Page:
Sin distorts the image of God. Humanity still has some dignity as God’s image (and should be respected as such, Gen. 9:6), but man has marred the image and acts contrary to it. He remains a rational, moral, religion, and productive being, but his thinking is blind to God and futile, his righteousness is filthy rags, his religion is idolatrous, and his dominion is ultimately vain and often cruel. But thanks be to God that he sent Jesus Christ to save his people that they might “put on the new self, which is being renewed in knowledge after the image of its creator” (Colossians 3:10).

Tuesday, March 16, 2021

The Creation of the Cosmos

Q. 9: What is the work of creation?
Answer: The work of creation is, God's making all things of nothing, by the word of his power, in the space of six days, and all very good.

This is how the Shorter Catechism summarizes the doctrine of creation, a fundamental Christian belief undergirding the worldview and message of the Bible. Not only is it taught in Genesis 1-2, but it is taught throughout the Bible (Ex. 20:11, Ps. 33, 104, John 1:1-4, Acts 17:24-31, Rev. 4:11). The Bible teaches that God alone is eternal and uncreated. It teaches that he created everything else, visible and invisible, merely by speaking them into existence. He went on to divide, unite, shape, and fill what he made, wisely designing each part with purpose as part of a harmonious whole.

The earth is therefore not a product of chance, nor of long ages of struggle and death. Rather, it is the product of a good and wise God. Death and misery were not an original part of this world, but came as a consequence of human rebellion. 

This unique work of creation took up six days. Did he need to take that long? No, he did not. Yet one purpose he had in doing it this way was to set an example for us, to work six days and rest one day (Exod. 20:11). 

This doctrine has many practical consequences. For example, it has implications for gender and social order (see here) and for how we interpret nature as a revelation of God (see here). Here is how Kevin DeYoung has summarized some of its worldview implications:

“The opening chapter of Genesis is a rejection of atheism (because there is a God), a rejection of polytheism (because there is only one God), a rejection of pantheism (because the creation is not God), a rejection of humanism (because man is not God), a rejection of naturalistic evolution (because the world and its creatures come into being by intelligent design), a rejection of materialism (because the physical world is not all that is really there), and a rejection of dualism (because both the spiritual and physical are not opposed).” (source)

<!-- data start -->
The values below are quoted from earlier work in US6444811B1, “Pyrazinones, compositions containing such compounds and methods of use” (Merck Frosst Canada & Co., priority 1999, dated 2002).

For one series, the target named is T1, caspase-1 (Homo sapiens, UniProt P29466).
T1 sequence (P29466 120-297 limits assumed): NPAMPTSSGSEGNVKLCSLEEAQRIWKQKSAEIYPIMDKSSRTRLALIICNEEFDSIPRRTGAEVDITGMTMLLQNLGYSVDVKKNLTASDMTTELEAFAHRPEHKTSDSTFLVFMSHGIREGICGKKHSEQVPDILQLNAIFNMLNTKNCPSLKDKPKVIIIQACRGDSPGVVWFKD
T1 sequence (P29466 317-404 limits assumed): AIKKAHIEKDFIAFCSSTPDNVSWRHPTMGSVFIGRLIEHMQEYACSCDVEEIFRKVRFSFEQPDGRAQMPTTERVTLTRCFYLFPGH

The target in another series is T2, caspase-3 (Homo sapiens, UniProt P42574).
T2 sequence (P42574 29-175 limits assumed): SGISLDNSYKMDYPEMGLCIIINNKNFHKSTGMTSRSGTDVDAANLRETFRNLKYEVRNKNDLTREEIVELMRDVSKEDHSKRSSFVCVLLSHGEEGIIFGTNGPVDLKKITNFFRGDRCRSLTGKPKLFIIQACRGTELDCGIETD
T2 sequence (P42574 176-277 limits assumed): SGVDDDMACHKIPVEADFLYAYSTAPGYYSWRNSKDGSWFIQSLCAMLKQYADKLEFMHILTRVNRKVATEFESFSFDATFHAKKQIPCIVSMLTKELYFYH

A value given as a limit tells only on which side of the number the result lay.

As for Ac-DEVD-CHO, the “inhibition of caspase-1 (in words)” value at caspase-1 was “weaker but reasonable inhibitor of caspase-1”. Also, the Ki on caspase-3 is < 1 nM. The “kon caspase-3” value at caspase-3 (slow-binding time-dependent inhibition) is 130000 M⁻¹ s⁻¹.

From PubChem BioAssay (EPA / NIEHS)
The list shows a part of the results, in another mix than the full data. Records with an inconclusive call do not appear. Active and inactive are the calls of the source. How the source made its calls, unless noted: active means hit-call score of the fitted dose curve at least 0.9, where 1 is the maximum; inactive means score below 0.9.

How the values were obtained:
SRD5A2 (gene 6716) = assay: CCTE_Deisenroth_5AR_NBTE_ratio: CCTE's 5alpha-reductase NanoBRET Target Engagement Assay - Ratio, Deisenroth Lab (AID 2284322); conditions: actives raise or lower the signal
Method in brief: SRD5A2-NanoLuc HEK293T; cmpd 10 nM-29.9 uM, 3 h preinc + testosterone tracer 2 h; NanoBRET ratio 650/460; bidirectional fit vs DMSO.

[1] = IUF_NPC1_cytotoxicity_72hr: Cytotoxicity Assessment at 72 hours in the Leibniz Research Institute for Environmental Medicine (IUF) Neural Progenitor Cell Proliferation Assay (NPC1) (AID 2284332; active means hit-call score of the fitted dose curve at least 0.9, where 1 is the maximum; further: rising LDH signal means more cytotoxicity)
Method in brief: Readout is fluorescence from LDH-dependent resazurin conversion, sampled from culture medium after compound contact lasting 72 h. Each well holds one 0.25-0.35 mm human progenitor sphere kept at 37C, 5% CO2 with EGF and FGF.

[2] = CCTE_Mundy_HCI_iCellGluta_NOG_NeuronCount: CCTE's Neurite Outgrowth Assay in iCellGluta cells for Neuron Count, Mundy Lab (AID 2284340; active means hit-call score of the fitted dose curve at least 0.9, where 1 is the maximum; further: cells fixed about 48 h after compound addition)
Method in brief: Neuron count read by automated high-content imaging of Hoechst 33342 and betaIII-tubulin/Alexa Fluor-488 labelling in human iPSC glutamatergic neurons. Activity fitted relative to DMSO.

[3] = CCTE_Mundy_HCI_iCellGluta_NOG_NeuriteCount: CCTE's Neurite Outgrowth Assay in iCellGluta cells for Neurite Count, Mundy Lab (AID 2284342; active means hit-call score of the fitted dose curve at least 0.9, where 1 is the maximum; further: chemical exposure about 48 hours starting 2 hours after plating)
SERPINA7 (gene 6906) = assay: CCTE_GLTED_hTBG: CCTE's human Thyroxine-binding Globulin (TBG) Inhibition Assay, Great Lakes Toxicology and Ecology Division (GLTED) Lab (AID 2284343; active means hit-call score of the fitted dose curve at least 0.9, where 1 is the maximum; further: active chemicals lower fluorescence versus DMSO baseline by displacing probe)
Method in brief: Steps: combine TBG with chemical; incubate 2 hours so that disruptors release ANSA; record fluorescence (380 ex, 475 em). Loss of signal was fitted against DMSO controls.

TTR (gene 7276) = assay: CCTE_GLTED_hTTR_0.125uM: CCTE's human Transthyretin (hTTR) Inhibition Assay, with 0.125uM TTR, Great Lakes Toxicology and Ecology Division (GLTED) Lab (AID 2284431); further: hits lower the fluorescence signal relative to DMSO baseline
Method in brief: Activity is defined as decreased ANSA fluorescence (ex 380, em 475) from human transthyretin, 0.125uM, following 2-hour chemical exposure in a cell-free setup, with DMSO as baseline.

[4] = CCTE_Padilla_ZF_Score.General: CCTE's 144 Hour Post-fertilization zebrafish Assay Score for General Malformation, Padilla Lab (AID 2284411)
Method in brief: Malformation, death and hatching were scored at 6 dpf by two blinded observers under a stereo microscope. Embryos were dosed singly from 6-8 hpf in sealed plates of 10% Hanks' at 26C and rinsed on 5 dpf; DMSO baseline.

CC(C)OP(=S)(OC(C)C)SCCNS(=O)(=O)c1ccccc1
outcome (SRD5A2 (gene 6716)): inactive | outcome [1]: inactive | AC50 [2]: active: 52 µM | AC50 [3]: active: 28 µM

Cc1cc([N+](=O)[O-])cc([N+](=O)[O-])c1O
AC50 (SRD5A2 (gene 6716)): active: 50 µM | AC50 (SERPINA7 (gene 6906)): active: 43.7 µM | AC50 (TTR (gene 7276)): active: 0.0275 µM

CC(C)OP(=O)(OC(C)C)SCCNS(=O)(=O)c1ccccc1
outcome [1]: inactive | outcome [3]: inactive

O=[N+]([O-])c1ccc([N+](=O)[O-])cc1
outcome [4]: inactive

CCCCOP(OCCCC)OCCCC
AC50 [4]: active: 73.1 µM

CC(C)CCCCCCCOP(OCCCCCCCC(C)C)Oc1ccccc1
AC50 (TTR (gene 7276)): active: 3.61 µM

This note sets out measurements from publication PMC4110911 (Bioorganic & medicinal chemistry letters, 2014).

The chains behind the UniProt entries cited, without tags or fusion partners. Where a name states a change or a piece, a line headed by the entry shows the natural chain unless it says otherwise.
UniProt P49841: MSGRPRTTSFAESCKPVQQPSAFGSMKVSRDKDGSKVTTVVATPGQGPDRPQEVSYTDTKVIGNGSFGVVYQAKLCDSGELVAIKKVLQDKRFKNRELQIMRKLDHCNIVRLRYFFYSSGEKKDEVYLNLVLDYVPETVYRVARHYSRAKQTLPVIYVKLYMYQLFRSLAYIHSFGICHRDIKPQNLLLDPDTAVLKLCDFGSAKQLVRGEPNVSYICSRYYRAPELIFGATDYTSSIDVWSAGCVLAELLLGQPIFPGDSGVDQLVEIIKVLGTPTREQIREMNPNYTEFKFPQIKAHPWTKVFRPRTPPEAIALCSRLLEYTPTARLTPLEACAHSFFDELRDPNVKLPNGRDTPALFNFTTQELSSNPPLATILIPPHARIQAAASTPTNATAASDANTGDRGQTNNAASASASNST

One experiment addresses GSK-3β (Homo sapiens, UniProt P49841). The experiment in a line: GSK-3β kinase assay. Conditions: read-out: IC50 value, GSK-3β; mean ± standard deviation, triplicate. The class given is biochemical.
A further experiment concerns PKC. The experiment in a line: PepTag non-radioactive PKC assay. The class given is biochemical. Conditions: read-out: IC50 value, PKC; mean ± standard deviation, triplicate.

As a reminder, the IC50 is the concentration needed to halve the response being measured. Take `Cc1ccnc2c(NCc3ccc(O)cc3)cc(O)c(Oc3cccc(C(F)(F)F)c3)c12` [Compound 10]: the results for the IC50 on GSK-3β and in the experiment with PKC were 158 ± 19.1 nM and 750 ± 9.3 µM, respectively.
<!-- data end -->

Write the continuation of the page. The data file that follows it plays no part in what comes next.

“Worthy are you, our Lord and God, to receive glory and honor and power, for you created all things, and by your will they existed and were created.” (Revelation 4:11)

Tuesday, March 9, 2021

Creation and Providence

Q 8: How doth God execute his decrees?
Answer: God executeth his decrees in the works of creation and providence.

In this question the shorter catechism moves from God’s eternal decrees to his work of carrying them out in history. God “works all things according to the counsel of his will” (Ephesians 1:11). He has a plan from eternity and he also make it happen in time. These works can be divided into two categories: creation and providence.

These two works are distinguished by Genesis 2:1-3. On the seventh day of creation God finished his work of creation and rested. Yet, he continued to work in another way. When Jesus was criticized for doing deeds of mercy on the Sabbath he pointed out that while God rested from his work of creation on the seventh day, yet he continued to work in a different way: “But Jesus answered them, ‘My Father is working until now, and I am working’” (John 5:17). God continues to uphold the world he made. Psalms like Psalm 104 and Psalm 136 describe both creation and providence in their praise of God.

Another place we find both of these works mentioned is in Hebrews 1:1-4. And not only does it mention both creation and providence - it says that both of them the Father does through the Son: “through whom also he created the world. He is the radiance of the glory of God and the exact imprint of his nature, and he upholds the universe by the word of his power” (Hebrews 1:2–3). Psalm 104 adds that both are also accomplished by the life-giving Spirit. “When you send forth your Spirit, they are created, and you renew the face of the ground” (Psalm 104:30). Just as we see the Father, Word, and Spirit in the opening verses of the Bible, so they continue to be active in maintaining the world. And God's triune work will become particularly evident in the special work of providence known as redemption.

Friday, March 5, 2021

Piety, Aeneas, and Cornelius

Aeneas' Flight from Troy by Federico Barocci